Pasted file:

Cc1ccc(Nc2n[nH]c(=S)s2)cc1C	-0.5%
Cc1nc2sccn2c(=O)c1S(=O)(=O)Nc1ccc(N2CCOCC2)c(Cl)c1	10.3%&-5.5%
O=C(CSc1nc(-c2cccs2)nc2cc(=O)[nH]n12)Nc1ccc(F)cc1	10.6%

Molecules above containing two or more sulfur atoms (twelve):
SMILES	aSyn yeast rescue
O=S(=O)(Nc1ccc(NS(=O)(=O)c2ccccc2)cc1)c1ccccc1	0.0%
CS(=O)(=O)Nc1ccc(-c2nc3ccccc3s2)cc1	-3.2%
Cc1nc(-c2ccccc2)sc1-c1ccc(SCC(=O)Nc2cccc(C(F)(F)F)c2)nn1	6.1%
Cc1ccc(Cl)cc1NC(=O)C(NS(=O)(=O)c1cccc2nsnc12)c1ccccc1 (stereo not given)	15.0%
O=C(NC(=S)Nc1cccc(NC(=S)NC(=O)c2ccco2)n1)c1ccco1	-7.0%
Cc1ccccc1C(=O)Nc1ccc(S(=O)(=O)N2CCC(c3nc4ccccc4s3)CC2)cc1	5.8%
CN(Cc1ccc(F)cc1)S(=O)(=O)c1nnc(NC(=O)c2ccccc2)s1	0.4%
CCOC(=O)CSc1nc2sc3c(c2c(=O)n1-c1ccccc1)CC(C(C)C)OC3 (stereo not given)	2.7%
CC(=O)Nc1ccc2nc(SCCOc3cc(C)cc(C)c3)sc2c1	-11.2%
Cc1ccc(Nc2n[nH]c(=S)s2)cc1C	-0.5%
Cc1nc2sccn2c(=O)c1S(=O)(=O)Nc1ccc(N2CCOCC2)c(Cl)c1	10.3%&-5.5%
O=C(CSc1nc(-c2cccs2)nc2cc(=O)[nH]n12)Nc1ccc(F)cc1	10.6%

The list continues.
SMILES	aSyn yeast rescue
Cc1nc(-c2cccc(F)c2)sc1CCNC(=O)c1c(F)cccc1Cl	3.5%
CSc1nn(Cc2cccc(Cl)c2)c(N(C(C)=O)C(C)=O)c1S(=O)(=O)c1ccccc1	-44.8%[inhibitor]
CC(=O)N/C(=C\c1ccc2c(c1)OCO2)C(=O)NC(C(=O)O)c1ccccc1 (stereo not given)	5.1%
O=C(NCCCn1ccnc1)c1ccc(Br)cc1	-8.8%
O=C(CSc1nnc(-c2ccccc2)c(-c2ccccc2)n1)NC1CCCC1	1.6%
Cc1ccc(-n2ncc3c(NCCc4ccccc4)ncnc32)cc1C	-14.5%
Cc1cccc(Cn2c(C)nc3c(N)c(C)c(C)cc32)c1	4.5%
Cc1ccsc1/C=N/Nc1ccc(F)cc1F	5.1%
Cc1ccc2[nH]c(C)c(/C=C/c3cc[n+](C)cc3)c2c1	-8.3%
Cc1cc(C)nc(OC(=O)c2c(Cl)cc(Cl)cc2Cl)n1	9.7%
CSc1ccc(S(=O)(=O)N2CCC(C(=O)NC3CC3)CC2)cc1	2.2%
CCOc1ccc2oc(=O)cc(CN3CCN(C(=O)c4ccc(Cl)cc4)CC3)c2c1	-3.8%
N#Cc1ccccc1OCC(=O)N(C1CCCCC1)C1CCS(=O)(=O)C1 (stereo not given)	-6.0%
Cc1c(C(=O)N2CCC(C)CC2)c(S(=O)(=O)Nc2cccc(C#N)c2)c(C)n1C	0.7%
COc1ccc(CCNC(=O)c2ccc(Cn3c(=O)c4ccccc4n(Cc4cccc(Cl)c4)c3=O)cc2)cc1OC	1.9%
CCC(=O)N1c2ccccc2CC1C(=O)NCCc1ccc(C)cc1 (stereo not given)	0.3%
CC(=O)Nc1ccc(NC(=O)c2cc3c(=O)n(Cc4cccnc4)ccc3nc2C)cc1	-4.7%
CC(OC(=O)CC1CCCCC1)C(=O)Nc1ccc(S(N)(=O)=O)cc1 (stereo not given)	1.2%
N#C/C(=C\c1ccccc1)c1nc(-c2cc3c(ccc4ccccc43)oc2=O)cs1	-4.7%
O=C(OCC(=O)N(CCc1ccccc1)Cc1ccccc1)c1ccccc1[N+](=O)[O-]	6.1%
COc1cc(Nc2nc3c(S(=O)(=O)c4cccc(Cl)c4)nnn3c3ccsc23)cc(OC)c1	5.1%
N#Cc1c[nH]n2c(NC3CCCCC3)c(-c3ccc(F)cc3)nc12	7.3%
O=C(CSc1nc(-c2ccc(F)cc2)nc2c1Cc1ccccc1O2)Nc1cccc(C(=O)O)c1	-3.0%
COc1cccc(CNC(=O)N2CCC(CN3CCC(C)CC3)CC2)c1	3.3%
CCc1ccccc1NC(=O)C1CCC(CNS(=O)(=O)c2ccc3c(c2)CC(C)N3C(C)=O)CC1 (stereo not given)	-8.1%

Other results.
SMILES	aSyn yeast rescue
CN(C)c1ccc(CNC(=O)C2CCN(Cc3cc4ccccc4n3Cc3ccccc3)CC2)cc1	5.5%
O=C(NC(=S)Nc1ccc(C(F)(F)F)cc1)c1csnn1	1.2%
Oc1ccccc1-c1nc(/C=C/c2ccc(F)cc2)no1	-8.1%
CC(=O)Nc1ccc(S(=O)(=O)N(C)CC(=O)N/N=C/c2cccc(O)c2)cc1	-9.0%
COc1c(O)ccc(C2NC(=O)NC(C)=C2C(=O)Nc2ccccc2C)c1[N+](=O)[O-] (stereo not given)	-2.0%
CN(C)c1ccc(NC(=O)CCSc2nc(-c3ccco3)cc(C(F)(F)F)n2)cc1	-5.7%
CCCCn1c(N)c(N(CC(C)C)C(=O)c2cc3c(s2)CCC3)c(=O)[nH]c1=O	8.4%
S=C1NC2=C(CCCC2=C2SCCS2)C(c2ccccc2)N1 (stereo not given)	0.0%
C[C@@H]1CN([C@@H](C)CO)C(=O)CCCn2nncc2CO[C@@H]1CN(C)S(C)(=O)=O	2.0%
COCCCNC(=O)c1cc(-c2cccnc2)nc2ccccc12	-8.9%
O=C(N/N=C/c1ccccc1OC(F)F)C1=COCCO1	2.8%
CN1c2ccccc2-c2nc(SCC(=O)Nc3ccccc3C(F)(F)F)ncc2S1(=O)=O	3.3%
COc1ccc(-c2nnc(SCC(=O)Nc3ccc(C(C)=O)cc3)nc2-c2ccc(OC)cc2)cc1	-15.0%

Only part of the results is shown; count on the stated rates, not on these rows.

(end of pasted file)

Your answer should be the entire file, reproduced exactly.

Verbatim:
Cc1ccc(Nc2n[nH]c(=S)s2)cc1C	-0.5%
Cc1nc2sccn2c(=O)c1S(=O)(=O)Nc1ccc(N2CCOCC2)c(Cl)c1	10.3%&-5.5%
O=C(CSc1nc(-c2cccs2)nc2cc(=O)[nH]n12)Nc1ccc(F)cc1	10.6%

Molecules above containing two or more sulfur atoms (twelve):
SMILES	aSyn yeast rescue
O=S(=O)(Nc1ccc(NS(=O)(=O)c2ccccc2)cc1)c1ccccc1	0.0%
CS(=O)(=O)Nc1ccc(-c2nc3ccccc3s2)cc1	-3.2%
Cc1nc(-c2ccccc2)sc1-c1ccc(SCC(=O)Nc2cccc(C(F)(F)F)c2)nn1	6.1%
Cc1ccc(Cl)cc1NC(=O)C(NS(=O)(=O)c1cccc2nsnc12)c1ccccc1 (stereo not given)	15.0%
O=C(NC(=S)Nc1cccc(NC(=S)NC(=O)c2ccco2)n1)c1ccco1	-7.0%
Cc1ccccc1C(=O)Nc1ccc(S(=O)(=O)N2CCC(c3nc4ccccc4s3)CC2)cc1	5.8%
CN(Cc1ccc(F)cc1)S(=O)(=O)c1nnc(NC(=O)c2ccccc2)s1	0.4%
CCOC(=O)CSc1nc2sc3c(c2c(=O)n1-c1ccccc1)CC(C(C)C)OC3 (stereo not given)	2.7%
CC(=O)Nc1ccc2nc(SCCOc3cc(C)cc(C)c3)sc2c1	-11.2%
Cc1ccc(Nc2n[nH]c(=S)s2)cc1C	-0.5%
Cc1nc2sccn2c(=O)c1S(=O)(=O)Nc1ccc(N2CCOCC2)c(Cl)c1	10.3%&-5.5%
O=C(CSc1nc(-c2cccs2)nc2cc(=O)[nH]n12)Nc1ccc(F)cc1	10.6%

The list continues.
SMILES	aSyn yeast rescue
Cc1nc(-c2cccc(F)c2)sc1CCNC(=O)c1c(F)cccc1Cl	3.5%
CSc1nn(Cc2cccc(Cl)c2)c(N(C(C)=O)C(C)=O)c1S(=O)(=O)c1ccccc1	-44.8%[inhibitor]
CC(=O)N/C(=C\c1ccc2c(c1)OCO2)C(=O)NC(C(=O)O)c1ccccc1 (stereo not given)	5.1%
O=C(NCCCn1ccnc1)c1ccc(Br)cc1	-8.8%
O=C(CSc1nnc(-c2ccccc2)c(-c2ccccc2)n1)NC1CCCC1	1.6%
Cc1ccc(-n2ncc3c(NCCc4ccccc4)ncnc32)cc1C	-14.5%
Cc1cccc(Cn2c(C)nc3c(N)c(C)c(C)cc32)c1	4.5%
Cc1ccsc1/C=N/Nc1ccc(F)cc1F	5.1%
Cc1ccc2[nH]c(C)c(/C=C/c3cc[n+](C)cc3)c2c1	-8.3%
Cc1cc(C)nc(OC(=O)c2c(Cl)cc(Cl)cc2Cl)n1	9.7%
CSc1ccc(S(=O)(=O)N2CCC(C(=O)NC3CC3)CC2)cc1	2.2%
CCOc1ccc2oc(=O)cc(CN3CCN(C(=O)c4ccc(Cl)cc4)CC3)c2c1	-3.8%
N#Cc1ccccc1OCC(=O)N(C1CCCCC1)C1CCS(=O)(=O)C1 (stereo not given)	-6.0%
Cc1c(C(=O)N2CCC(C)CC2)c(S(=O)(=O)Nc2cccc(C#N)c2)c(C)n1C	0.7%
COc1ccc(CCNC(=O)c2ccc(Cn3c(=O)c4ccccc4n(Cc4cccc(Cl)c4)c3=O)cc2)cc1OC	1.9%
CCC(=O)N1c2ccccc2CC1C(=O)NCCc1ccc(C)cc1 (stereo not given)	0.3%
CC(=O)Nc1ccc(NC(=O)c2cc3c(=O)n(Cc4cccnc4)ccc3nc2C)cc1	-4.7%
CC(OC(=O)CC1CCCCC1)C(=O)Nc1ccc(S(N)(=O)=O)cc1 (stereo not given)	1.2%
N#C/C(=C\c1ccccc1)c1nc(-c2cc3c(ccc4ccccc43)oc2=O)cs1	-4.7%
O=C(OCC(=O)N(CCc1ccccc1)Cc1ccccc1)c1ccccc1[N+](=O)[O-]	6.1%
COc1cc(Nc2nc3c(S(=O)(=O)c4cccc(Cl)c4)nnn3c3ccsc23)cc(OC)c1	5.1%
N#Cc1c[nH]n2c(NC3CCCCC3)c(-c3ccc(F)cc3)nc12	7.3%
O=C(CSc1nc(-c2ccc(F)cc2)nc2c1Cc1ccccc1O2)Nc1cccc(C(=O)O)c1	-3.0%
COc1cccc(CNC(=O)N2CCC(CN3CCC(C)CC3)CC2)c1	3.3%
CCc1ccccc1NC(=O)C1CCC(CNS(=O)(=O)c2ccc3c(c2)CC(C)N3C(C)=O)CC1 (stereo not given)	-8.1%

Other results.
SMILES	aSyn yeast rescue
CN(C)c1ccc(CNC(=O)C2CCN(Cc3cc4ccccc4n3Cc3ccccc3)CC2)cc1	5.5%
O=C(NC(=S)Nc1ccc(C(F)(F)F)cc1)c1csnn1	1.2%
Oc1ccccc1-c1nc(/C=C/c2ccc(F)cc2)no1	-8.1%
CC(=O)Nc1ccc(S(=O)(=O)N(C)CC(=O)N/N=C/c2cccc(O)c2)cc1	-9.0%
COc1c(O)ccc(C2NC(=O)NC(C)=C2C(=O)Nc2ccccc2C)c1[N+](=O)[O-] (stereo not given)	-2.0%
CN(C)c1ccc(NC(=O)CCSc2nc(-c3ccco3)cc(C(F)(F)F)n2)cc1	-5.7%
CCCCn1c(N)c(N(CC(C)C)C(=O)c2cc3c(s2)CCC3)c(=O)[nH]c1=O	8.4%
S=C1NC2=C(CCCC2=C2SCCS2)C(c2ccccc2)N1 (stereo not given)	0.0%
C[C@@H]1CN([C@@H](C)CO)C(=O)CCCn2nncc2CO[C@@H]1CN(C)S(C)(=O)=O	2.0%
COCCCNC(=O)c1cc(-c2cccnc2)nc2ccccc12	-8.9%
O=C(N/N=C/c1ccccc1OC(F)F)C1=COCCO1	2.8%
CN1c2ccccc2-c2nc(SCC(=O)Nc3ccccc3C(F)(F)F)ncc2S1(=O)=O	3.3%
COc1ccc(-c2nnc(SCC(=O)Nc3ccc(C(C)=O)cc3)nc2-c2ccc(OC)cc2)cc1	-15.0%

Only part of the results is shown; count on the stated rates, not on these rows.